The more things change, the more they remain the same.   Or déjà vu all over again.  Or same old same old.

In the 2008 contest against Obama, Hillary Clinton kept pushing the notion that we should consider the total or national popular vote in determining the Democratic Party’s nominee.  At the time, it looked like she would have more total votes going into the Democratic Convention.

Recently, Clinton has been touting her lead in the popular vote against Bernie Sanders, seemingly every time she gets in front of a camera.  But a national popular vote is a sham statistic when there are both caucus and primary states.  It requires combining apples and oranges, votes in caucuses and primaries, which gives states with primaries an unfair advantage in any total, because the caucus system is designed for many fewer voters.  Citizens of caucus states will be underrepresented in any “national” vote total.

But let’s look at the brighter side of the picture here.  We have found that Hillary can be consistent over time, if it appears to serve her interests.

Here is an excerpt from a March 5, 2008 post on the topic, “The Popular Vote Myth (or why caucuses may be hazardous to your representation).*



There are apples and there are oranges.  Typically we know the difference.  We have primaries and we have caucuses.  And we usually know the difference.  Yet, somehow, we now appear to have something that is neither a caucus nor a primary.  It is sometimes referred to as the (national) popular vote.  The latter is created by totaling the votes from all of the caucuses and the primaries.  It is a chimera, a mythical beast, a red-herring with wings, etc.  But the folks in the caucus states stand to be, shall we say, disenfranchised by this chimera.  Consider, if your state holds a caucus, your caucus will involve many fewer participants than in a primary.  When the apples and oranges of primaries and caucuses are combined into one large national popular vote, your state will not be adequately represented.  Had the members of caucus states realized this before they set up their systems, they might have reconsidered.  But they, as the rest of us, were told that citizens voted for delegates (directly or indirectly).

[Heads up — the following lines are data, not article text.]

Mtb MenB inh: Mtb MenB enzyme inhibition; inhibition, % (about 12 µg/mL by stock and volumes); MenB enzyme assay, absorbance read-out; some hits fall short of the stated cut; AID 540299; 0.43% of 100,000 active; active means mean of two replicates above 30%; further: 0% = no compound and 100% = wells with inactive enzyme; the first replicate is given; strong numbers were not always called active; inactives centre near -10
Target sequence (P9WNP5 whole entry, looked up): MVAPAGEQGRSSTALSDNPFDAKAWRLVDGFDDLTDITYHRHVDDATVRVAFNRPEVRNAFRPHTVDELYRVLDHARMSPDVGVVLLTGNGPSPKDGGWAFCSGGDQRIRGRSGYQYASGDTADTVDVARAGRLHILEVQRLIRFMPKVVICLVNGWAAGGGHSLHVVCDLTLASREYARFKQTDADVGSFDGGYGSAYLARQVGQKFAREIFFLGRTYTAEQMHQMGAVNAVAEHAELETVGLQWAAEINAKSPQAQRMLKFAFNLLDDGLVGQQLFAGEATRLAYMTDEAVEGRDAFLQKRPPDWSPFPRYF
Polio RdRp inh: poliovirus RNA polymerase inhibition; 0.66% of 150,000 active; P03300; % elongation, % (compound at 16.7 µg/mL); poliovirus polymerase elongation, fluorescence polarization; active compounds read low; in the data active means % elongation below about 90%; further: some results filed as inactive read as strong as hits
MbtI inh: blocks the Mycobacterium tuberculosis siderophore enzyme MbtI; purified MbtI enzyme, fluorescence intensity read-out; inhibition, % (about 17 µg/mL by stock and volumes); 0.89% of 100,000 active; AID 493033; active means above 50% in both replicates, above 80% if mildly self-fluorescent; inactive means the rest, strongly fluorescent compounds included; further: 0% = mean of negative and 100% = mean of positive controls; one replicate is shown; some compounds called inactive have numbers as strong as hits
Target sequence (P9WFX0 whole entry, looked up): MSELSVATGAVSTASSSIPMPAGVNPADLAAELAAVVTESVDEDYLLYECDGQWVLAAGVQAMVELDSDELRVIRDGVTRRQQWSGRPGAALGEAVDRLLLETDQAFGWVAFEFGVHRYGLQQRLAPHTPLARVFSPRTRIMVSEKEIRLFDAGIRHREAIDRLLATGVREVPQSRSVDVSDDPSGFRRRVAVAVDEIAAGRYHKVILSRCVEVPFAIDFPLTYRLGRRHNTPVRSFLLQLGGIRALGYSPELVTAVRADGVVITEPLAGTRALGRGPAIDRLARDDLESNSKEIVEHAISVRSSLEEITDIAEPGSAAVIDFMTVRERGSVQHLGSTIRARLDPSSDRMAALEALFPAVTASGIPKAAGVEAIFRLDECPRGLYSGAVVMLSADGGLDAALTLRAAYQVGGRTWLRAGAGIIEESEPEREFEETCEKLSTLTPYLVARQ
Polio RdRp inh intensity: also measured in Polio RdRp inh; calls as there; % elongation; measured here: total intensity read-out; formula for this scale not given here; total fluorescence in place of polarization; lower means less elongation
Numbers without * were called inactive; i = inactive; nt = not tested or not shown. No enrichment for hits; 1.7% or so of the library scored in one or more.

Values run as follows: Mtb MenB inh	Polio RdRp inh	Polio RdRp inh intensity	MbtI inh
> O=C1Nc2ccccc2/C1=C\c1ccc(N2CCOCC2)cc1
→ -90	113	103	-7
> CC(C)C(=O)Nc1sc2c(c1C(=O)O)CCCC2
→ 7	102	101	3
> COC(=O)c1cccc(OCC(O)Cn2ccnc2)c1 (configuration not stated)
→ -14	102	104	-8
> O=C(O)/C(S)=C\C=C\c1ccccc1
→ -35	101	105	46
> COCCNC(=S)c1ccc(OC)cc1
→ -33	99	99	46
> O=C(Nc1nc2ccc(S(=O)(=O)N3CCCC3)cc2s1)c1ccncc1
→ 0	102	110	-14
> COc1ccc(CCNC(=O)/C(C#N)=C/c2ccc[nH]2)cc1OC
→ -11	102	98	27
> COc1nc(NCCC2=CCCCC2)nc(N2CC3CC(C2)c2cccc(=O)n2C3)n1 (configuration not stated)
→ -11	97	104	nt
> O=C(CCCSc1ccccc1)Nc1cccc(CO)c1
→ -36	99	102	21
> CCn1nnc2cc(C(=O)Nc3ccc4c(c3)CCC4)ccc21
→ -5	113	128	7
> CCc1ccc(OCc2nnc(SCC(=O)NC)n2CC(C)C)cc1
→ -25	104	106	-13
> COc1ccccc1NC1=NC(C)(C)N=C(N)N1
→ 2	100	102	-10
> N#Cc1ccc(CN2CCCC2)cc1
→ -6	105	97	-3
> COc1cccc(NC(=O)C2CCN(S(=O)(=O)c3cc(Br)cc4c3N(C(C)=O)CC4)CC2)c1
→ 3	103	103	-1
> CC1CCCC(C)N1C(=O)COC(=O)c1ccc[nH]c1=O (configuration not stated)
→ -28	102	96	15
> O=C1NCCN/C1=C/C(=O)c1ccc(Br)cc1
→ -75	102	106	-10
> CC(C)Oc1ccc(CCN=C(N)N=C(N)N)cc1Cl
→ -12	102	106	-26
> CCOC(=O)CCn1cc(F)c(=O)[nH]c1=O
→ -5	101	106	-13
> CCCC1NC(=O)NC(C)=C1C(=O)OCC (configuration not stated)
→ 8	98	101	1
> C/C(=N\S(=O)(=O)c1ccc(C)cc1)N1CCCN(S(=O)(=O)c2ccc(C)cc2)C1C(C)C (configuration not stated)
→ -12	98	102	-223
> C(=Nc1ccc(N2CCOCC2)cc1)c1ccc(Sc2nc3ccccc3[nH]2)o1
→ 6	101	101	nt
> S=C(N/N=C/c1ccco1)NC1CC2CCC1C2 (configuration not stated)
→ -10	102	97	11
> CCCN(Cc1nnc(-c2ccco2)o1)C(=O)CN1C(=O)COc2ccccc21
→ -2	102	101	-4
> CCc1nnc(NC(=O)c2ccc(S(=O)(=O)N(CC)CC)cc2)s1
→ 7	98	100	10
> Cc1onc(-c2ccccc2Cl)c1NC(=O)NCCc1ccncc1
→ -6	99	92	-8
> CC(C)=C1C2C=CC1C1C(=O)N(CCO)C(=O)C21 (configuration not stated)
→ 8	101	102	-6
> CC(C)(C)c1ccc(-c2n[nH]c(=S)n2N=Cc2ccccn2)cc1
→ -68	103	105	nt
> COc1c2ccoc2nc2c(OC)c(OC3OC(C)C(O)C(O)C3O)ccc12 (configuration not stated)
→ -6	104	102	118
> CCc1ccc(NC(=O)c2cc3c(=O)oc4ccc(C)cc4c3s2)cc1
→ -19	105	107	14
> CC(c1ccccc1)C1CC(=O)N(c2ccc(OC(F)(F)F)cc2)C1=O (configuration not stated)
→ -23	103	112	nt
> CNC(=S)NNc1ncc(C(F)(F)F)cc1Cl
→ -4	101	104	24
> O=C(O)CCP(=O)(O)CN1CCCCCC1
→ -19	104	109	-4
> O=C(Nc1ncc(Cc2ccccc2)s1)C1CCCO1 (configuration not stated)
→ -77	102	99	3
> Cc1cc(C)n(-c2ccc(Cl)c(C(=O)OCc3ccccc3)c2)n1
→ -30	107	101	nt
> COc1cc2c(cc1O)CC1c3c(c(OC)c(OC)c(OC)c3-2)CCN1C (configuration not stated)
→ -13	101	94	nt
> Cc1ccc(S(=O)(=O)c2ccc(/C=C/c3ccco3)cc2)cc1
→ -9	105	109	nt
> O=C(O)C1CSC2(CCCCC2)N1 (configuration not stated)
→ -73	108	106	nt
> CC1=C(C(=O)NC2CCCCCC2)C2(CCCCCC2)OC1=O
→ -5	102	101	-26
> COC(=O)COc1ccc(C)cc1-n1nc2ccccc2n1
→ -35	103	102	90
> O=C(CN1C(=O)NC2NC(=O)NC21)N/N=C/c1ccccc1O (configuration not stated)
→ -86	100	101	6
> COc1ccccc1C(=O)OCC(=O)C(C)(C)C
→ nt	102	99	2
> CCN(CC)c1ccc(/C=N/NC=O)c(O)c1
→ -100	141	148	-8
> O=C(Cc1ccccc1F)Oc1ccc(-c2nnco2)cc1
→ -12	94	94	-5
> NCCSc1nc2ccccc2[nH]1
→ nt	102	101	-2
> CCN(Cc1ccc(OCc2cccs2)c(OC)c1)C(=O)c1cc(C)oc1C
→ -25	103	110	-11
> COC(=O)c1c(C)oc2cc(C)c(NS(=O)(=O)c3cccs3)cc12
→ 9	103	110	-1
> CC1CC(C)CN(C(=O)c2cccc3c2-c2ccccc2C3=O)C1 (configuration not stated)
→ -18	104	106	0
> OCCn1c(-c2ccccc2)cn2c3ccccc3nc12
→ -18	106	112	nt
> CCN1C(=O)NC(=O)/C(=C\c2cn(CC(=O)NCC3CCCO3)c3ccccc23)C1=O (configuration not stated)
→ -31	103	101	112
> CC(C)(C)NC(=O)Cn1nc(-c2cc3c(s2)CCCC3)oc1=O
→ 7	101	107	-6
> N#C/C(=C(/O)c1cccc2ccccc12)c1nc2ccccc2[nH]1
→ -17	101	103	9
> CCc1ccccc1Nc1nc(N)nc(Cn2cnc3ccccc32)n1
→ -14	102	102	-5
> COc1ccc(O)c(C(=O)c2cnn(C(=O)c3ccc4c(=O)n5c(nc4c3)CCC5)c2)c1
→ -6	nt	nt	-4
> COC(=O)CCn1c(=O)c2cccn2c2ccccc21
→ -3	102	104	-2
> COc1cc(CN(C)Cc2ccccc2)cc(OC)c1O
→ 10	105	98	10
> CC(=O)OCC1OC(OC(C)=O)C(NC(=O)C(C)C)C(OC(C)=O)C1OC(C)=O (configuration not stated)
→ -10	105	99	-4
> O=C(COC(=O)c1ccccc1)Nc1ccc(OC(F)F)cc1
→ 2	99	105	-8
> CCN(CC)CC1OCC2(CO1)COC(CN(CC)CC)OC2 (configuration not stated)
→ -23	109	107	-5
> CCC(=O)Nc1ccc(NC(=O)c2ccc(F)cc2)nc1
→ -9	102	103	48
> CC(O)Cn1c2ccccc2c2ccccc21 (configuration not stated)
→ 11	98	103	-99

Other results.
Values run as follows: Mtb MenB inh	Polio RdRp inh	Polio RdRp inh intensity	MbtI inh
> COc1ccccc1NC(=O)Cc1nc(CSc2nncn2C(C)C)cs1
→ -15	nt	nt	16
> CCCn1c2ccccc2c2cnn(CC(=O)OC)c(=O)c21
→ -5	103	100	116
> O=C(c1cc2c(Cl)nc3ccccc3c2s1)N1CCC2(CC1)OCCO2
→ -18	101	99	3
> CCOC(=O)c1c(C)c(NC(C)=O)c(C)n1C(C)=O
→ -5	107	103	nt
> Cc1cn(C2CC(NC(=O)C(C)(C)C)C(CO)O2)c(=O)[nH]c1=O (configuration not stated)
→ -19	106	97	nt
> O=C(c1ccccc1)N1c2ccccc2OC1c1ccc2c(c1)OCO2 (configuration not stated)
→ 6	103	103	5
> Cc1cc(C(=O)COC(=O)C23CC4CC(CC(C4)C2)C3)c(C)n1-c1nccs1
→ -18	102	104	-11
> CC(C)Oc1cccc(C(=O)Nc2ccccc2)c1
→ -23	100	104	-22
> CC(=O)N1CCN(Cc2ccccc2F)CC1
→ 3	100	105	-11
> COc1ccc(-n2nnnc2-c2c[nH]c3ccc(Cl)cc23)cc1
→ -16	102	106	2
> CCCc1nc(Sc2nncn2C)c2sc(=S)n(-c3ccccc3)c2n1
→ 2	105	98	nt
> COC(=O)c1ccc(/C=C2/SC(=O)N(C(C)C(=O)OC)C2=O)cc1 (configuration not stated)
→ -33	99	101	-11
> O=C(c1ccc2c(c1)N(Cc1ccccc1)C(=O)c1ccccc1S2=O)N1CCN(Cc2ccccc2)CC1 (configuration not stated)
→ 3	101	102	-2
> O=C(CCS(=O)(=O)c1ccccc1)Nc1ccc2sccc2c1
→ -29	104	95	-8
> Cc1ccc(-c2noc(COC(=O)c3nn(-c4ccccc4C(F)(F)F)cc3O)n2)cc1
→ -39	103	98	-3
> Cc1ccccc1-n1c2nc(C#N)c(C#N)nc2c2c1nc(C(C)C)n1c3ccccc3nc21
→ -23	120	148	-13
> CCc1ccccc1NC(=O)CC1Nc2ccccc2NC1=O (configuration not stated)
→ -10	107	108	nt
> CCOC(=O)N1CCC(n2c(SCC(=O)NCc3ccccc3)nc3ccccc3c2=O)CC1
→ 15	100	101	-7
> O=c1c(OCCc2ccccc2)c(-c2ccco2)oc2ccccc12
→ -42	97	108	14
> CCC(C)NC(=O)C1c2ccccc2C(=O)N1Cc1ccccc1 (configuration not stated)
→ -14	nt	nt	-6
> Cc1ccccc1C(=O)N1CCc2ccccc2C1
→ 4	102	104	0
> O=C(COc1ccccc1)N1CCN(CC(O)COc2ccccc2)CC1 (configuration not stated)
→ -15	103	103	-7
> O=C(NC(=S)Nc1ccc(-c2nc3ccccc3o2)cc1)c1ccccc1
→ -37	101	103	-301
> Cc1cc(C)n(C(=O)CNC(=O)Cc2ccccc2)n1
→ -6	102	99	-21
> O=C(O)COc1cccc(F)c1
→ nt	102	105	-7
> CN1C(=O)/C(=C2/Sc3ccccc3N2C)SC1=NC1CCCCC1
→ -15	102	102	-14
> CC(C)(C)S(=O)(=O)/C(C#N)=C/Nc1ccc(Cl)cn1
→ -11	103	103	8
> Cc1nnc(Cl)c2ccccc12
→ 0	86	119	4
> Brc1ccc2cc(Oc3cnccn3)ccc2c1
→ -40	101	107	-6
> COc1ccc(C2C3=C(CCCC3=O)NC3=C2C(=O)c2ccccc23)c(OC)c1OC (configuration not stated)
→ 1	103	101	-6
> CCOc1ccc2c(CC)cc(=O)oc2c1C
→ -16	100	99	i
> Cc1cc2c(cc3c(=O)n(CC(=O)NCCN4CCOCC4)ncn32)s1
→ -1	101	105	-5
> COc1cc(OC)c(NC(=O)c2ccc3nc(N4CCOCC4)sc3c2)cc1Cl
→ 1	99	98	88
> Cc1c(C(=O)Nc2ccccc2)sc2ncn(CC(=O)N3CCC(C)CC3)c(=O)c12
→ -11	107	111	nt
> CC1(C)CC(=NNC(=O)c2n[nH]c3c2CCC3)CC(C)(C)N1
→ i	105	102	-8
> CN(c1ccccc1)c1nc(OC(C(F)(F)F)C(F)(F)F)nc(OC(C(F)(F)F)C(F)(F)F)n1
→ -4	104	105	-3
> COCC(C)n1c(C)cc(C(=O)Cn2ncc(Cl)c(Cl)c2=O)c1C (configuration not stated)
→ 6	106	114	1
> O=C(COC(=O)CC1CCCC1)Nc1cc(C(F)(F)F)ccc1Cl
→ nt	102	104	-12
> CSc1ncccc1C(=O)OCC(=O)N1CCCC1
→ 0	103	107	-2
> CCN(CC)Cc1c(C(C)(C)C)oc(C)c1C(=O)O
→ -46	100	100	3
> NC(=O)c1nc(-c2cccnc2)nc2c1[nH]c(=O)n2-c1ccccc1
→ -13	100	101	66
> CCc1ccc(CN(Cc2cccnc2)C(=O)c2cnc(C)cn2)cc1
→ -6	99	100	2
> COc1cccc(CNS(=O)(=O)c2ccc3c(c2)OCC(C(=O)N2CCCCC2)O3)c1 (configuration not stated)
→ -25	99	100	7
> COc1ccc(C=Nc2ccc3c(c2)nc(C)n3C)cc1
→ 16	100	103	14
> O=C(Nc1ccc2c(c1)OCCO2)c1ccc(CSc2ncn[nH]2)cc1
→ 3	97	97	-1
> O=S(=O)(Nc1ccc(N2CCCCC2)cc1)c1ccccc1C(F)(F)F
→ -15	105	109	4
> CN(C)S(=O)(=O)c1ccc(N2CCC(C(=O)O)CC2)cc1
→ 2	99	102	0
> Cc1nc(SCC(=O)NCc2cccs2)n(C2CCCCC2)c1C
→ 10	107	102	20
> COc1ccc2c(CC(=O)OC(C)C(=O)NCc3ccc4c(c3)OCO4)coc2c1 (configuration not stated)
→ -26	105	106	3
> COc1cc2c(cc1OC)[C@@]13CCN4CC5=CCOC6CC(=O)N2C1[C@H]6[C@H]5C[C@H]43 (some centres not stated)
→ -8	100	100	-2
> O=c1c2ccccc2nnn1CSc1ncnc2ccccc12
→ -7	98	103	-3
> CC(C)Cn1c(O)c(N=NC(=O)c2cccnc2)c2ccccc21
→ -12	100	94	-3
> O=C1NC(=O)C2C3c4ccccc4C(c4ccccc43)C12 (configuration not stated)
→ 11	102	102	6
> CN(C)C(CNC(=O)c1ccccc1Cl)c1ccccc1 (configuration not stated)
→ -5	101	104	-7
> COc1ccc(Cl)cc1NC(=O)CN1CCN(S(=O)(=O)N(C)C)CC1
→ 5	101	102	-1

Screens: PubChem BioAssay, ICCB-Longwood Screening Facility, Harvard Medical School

I have not seen one note in the media or the press, not one small asterisk, warning the American people that combining the votes in caucus and non-caucus states is not only unfair to the caucus states, but may misrepresent the strengths of the candidates and undermine the present system.  For better or worse, we currently have a delegate system, and we need to play by its rules.  By accepting a popular vote lead as definitive, especially a slim national one, the Democrats would be inviting chaos at their convention.

The DNC did not send out a warning: Caucuses may be hazardous to your representation. It must now step up to the plate and defend its delegate system.


* With the exception of a tense change in one sentence, typos, and some spacing corrections, this excerpt is exactly as it appeared in March, 2008.

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